(Pictured: Three Dog Night on stage, 1972.)
(Note to patrons: at the end of each year, it is traditional for us to look at one or more year-end music surveys. We’re starting a fair bit before New Year’s because of reasons.)
At the end of its debut year, American Top 40 counted down the Top 80 hits of 1970 in a two-part show that aired on the weekends of January 2 and 9, 1971. The show aired Christmas countdowns on the weekends of December 25, 1971, and December 22, 1973, then played back the Top 40 hits of each year on the weekends following. In 1972, with no Christmas countdown, the show went back to the Top 80 format, on the weekends of December 23 and 30. Eighty is an oddball number, but it made sense—if each three-hour installment of the show normally contained 40 songs, a two-part countdown would have room for 80. (The year-end countdown didn’t expand to 100 until 1974.)
Our feature today is the 1972 Top 80 show. Here’s some of what was on the first part.
78. “School’s Out”/Alice Cooper. Every time I hear Casey talking about Alice Cooper, during the chart run of “School’s Out” and on this show, it’s always with an incredulous note in his voice, as if he couldn’t believe A) how bizarre the band’s act was and B) that people seemed to like it.
77. “Never Been to Spain”/Three Dog Night
66. “Black and White”/Three Dog Night
Casey says Three Dog Night grossed $10 million from concert dates alone in 1971 and 1972. That’s equivalent to over $60 million today.
76. “Drowning in the Sea of Love”/Joe Simon
65. “Day Dreaming”/Aretha Franklin
59. “Look What You’ve Done to Me”/Al Green
55. “Where Is the Love”/Roberta Flack and Donny Hathaway
54. “I’m Still in Love With You”/Al Green
53. “In the Rain”/Dramatics
46. “Clean Up Woman”/Betty Wright
Nineteen seventy-two was the last great year for soul music. Joe Simon sounds like he’s literally drowning, thanks to the oceanic production of Kenny Gamble and Leon Huff. Al Green is at the apex of his towering talent, with more great records to come. Aretha is eternally Aretha.
75. “Joy”/Apollo 100
60. “Freddie’s Dead”/Curtis Mayfield
56. “Bang a Gong (Get It On)”/T. Rex
43. “Rocket Man”/Elton John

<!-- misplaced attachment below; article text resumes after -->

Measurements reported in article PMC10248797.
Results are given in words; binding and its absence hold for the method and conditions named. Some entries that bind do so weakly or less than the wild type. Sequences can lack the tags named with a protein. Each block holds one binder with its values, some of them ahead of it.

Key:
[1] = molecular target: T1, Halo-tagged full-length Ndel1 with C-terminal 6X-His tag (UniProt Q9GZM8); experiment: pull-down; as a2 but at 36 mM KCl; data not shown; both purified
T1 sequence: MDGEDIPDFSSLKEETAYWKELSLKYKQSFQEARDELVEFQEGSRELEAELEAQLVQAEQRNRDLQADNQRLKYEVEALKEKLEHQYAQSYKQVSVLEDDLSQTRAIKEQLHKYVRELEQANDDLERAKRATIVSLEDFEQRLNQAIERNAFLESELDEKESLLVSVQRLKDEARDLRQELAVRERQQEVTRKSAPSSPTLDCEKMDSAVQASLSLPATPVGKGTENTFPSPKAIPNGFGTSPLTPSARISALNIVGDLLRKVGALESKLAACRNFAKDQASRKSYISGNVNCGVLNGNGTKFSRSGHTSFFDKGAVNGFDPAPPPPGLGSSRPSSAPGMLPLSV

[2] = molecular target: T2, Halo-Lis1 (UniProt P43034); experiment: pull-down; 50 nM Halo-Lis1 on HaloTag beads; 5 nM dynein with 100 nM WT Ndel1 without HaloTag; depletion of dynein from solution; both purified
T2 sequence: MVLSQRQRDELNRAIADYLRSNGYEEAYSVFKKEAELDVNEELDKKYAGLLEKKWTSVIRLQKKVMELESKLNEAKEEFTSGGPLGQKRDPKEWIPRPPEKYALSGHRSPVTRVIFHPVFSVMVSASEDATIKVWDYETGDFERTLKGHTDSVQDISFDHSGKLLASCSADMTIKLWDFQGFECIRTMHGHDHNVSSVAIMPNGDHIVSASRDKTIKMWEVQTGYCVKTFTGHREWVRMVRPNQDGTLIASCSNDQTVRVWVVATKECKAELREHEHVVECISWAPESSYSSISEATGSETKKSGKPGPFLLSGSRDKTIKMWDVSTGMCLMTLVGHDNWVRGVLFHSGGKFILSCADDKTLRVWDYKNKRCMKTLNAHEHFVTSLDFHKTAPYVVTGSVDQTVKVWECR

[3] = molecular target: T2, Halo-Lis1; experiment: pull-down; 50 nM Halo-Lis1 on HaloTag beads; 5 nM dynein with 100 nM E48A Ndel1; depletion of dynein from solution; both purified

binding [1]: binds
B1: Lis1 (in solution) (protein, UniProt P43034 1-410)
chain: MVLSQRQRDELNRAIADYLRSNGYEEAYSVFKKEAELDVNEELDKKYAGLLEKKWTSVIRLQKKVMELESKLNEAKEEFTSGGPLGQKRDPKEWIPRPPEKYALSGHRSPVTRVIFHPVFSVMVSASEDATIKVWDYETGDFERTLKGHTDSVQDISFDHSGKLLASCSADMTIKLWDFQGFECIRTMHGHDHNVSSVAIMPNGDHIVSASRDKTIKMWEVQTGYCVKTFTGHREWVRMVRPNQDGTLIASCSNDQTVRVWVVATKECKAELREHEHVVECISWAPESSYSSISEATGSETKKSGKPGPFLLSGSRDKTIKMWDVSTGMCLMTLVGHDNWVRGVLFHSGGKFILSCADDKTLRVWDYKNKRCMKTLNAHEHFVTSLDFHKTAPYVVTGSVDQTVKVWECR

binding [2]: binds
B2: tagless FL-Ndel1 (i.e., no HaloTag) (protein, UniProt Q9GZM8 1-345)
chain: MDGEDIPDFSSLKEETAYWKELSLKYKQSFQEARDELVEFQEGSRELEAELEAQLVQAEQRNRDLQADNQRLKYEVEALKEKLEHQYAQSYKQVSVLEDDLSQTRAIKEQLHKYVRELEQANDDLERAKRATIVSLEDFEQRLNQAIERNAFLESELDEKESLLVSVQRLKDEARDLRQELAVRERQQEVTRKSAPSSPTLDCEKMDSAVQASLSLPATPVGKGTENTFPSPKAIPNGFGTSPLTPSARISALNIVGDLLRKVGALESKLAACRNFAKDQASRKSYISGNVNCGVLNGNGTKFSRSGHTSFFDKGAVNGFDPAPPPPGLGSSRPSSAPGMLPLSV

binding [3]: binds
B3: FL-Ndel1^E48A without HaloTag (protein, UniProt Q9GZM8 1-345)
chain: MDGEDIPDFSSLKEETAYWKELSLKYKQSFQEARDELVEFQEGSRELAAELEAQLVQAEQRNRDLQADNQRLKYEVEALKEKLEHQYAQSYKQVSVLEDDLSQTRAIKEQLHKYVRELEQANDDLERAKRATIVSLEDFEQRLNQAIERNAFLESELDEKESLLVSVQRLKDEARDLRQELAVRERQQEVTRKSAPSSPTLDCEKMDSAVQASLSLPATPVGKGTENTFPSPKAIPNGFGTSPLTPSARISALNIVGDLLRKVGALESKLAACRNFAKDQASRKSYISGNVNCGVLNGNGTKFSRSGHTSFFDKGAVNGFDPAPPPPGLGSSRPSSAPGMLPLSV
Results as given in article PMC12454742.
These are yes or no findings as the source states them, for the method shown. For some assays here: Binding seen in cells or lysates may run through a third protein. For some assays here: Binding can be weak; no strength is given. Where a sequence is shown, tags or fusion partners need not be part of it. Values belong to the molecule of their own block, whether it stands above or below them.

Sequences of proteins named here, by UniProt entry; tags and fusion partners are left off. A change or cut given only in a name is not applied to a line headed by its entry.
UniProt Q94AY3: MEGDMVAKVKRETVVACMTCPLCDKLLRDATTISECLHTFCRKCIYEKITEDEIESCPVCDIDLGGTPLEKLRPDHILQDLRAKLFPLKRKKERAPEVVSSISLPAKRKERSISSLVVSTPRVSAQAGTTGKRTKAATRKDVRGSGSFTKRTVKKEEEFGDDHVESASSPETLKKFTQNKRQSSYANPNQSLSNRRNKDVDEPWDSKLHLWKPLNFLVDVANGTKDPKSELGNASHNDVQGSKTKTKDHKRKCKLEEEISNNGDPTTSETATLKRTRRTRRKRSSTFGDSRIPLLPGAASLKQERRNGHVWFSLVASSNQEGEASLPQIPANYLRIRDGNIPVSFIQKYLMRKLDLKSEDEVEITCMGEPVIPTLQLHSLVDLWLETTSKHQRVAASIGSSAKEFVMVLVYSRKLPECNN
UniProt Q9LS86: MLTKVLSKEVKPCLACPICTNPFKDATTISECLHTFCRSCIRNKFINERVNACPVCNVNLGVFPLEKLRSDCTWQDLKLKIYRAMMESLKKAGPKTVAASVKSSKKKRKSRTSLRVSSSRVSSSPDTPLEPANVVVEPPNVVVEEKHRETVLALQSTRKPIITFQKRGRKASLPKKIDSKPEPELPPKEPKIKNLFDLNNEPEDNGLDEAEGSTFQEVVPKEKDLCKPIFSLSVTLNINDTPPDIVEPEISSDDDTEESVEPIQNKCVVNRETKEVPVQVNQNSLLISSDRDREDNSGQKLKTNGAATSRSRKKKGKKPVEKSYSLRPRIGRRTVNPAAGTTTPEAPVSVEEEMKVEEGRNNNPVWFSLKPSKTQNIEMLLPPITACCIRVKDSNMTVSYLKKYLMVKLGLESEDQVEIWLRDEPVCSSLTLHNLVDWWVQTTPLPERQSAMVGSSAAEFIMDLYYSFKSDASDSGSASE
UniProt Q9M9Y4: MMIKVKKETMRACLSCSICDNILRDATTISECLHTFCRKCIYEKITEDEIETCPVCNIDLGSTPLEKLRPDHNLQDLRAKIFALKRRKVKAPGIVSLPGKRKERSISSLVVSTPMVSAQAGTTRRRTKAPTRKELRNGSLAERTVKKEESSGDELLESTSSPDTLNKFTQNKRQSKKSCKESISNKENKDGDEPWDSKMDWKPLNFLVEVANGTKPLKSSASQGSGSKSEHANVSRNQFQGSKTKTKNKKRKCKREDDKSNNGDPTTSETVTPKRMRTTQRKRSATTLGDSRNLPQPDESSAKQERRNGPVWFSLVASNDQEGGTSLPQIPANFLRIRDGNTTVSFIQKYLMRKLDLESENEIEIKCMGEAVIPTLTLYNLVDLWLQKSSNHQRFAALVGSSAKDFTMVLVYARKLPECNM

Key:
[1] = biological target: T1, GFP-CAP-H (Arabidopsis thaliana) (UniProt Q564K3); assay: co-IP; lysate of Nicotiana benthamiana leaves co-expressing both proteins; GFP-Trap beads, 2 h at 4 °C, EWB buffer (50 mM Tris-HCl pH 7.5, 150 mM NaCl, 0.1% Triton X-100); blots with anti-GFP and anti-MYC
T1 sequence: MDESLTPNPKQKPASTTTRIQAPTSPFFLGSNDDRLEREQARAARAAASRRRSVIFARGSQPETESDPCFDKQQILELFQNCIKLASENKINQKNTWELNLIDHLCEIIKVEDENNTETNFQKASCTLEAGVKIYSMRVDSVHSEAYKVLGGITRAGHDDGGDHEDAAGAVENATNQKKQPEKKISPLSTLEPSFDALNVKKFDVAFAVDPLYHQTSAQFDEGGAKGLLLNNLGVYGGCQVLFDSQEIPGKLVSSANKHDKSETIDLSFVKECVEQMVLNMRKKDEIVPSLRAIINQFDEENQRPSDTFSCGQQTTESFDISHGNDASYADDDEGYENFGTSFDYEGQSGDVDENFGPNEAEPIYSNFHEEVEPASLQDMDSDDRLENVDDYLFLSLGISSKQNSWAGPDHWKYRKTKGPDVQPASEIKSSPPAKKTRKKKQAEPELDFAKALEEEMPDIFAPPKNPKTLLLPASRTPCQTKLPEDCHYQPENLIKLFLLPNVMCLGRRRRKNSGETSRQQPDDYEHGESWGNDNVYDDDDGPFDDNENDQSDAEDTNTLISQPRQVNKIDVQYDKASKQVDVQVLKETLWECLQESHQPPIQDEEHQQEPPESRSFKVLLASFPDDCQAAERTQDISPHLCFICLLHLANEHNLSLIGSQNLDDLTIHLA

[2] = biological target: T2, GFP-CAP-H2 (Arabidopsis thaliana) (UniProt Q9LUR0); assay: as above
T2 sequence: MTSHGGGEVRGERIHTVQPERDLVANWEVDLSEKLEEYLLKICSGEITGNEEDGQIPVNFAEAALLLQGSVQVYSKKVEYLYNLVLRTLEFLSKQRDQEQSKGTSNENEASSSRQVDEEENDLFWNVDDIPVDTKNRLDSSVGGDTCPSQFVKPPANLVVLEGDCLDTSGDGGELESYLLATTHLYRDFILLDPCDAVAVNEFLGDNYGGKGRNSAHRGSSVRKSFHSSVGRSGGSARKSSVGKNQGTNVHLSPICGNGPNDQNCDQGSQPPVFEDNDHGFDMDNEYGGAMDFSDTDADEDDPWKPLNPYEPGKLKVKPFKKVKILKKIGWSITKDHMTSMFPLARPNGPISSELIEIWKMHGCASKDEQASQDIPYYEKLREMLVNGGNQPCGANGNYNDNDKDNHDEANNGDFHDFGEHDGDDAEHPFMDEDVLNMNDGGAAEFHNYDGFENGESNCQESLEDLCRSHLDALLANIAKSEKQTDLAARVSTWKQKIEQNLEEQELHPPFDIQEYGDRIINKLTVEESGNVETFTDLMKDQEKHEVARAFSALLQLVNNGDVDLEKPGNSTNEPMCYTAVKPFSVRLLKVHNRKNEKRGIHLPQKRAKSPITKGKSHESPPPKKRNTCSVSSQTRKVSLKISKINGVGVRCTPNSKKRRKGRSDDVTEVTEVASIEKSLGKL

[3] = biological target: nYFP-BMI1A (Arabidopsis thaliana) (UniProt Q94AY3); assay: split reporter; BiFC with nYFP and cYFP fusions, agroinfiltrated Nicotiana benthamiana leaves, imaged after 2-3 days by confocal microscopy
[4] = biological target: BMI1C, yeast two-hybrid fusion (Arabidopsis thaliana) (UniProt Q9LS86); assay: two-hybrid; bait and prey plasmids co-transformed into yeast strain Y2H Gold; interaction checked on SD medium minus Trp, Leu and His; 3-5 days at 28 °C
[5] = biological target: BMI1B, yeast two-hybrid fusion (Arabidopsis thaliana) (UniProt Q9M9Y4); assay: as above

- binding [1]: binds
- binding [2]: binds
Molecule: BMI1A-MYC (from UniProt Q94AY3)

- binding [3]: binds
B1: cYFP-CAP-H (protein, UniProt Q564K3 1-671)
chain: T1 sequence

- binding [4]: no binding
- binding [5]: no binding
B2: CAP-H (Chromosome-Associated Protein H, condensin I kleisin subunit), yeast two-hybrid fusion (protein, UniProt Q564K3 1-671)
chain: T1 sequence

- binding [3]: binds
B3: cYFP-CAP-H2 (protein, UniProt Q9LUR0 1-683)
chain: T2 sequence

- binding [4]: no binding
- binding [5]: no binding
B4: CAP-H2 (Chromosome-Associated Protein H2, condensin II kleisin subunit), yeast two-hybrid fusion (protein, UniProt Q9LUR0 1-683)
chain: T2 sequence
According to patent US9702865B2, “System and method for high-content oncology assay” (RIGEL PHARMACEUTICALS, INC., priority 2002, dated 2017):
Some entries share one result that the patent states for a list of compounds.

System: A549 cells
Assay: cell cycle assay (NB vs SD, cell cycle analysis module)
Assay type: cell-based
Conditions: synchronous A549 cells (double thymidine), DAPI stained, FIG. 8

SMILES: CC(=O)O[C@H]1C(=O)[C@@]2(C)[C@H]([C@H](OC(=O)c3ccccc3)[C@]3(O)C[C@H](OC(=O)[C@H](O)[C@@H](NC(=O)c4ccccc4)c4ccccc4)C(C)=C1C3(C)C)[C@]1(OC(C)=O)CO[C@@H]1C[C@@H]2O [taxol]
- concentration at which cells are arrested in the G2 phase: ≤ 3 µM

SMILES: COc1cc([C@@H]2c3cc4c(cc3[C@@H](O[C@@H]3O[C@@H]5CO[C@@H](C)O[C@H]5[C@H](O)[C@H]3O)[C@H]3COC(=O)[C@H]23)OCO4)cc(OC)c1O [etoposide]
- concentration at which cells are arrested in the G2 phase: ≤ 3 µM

I was still buying exclusively singles in 1972, and I bought these.
74. “A Cowboy’s Work Is Never Done”/Sonny and Cher
73. “Hot Rod Lincoln”/Commander Cody
72. “Puppy Love”/Donny Osmond
Wreck the train, back it up, and wreck it again.
64. “Kiss an Angel Good Morning”/Charley Pride
62. “Happiest Girl in the Whole U.S.A.”/Donna Fargo
Both of these were #1 country hits, but count them with the soul records maybe, and not because Charley Pride is a black man. Count ’em because they have the same kind of authenticity, singers doing what only they and no one else could do. I love that Pride is all the way up at #64, having peaked at #21 early in the year. “Happiest Girl in the Whole U.S.A.” made #11 in the late summer, and it sounded insanely good to me on this show. Its simple joy provides an antidote to this dark time in which we’re living, at least for a couple of minutes.
58. “Mother and Child Reunion”/Paul Simon
42. “Day After Day”/Badfinger
Some awkwardness: Casey introduces “Mother and Child Reunion” by calling Simon the “survivor” of the most popular duo of the rock era, but quickly adding “Art Garfunkel has gone on to other things.” Acting, specifically, although he would be back on AT40 in 1973. Further awkwardness: he twice introduces Badfinger as “owned by the Beatles.” Owned? Discovered and produced by them and on Apple Records, yes, but scarcely indentured servants.
51. “Rockin’ Robin”/Michael Jackson. We’re not counting this with the soul records because it’s pure bubblegum. It’s a 13-year-old boy singing a song about sexual prowess, a skeevy idea made even more so by the man that boy became.
48. “Morning Has Broken”/Cat Stevens. I have no use for religion, but it occurs to me that this beautiful production is in the finest tradition of praise music, a worthy offering to God.
47. “Beautiful Sunday”/Daniel Boone
41. “Starting All Over Again”/Mel and Tim
Not everybody likes key changes, but everybody who doesn’t can bite me. “Beautiful Sunday” and “Starting All Over Again” have quite pleasing ones.
At the end of each hour, Casey recaps the dozen-or-so songs he just played, “in case you’re keeping track at home,” which I always did back then. At the end of the show, he notes that the Top 80 is AT40‘s own tabulation, based on the Hot 100. And he ends in such a way that an affiliate that wanted to re-air the show over New Year’s with both parts back to back could easily do so.
Next installment shortly. As Casey said, “I’ll be back before you know it.”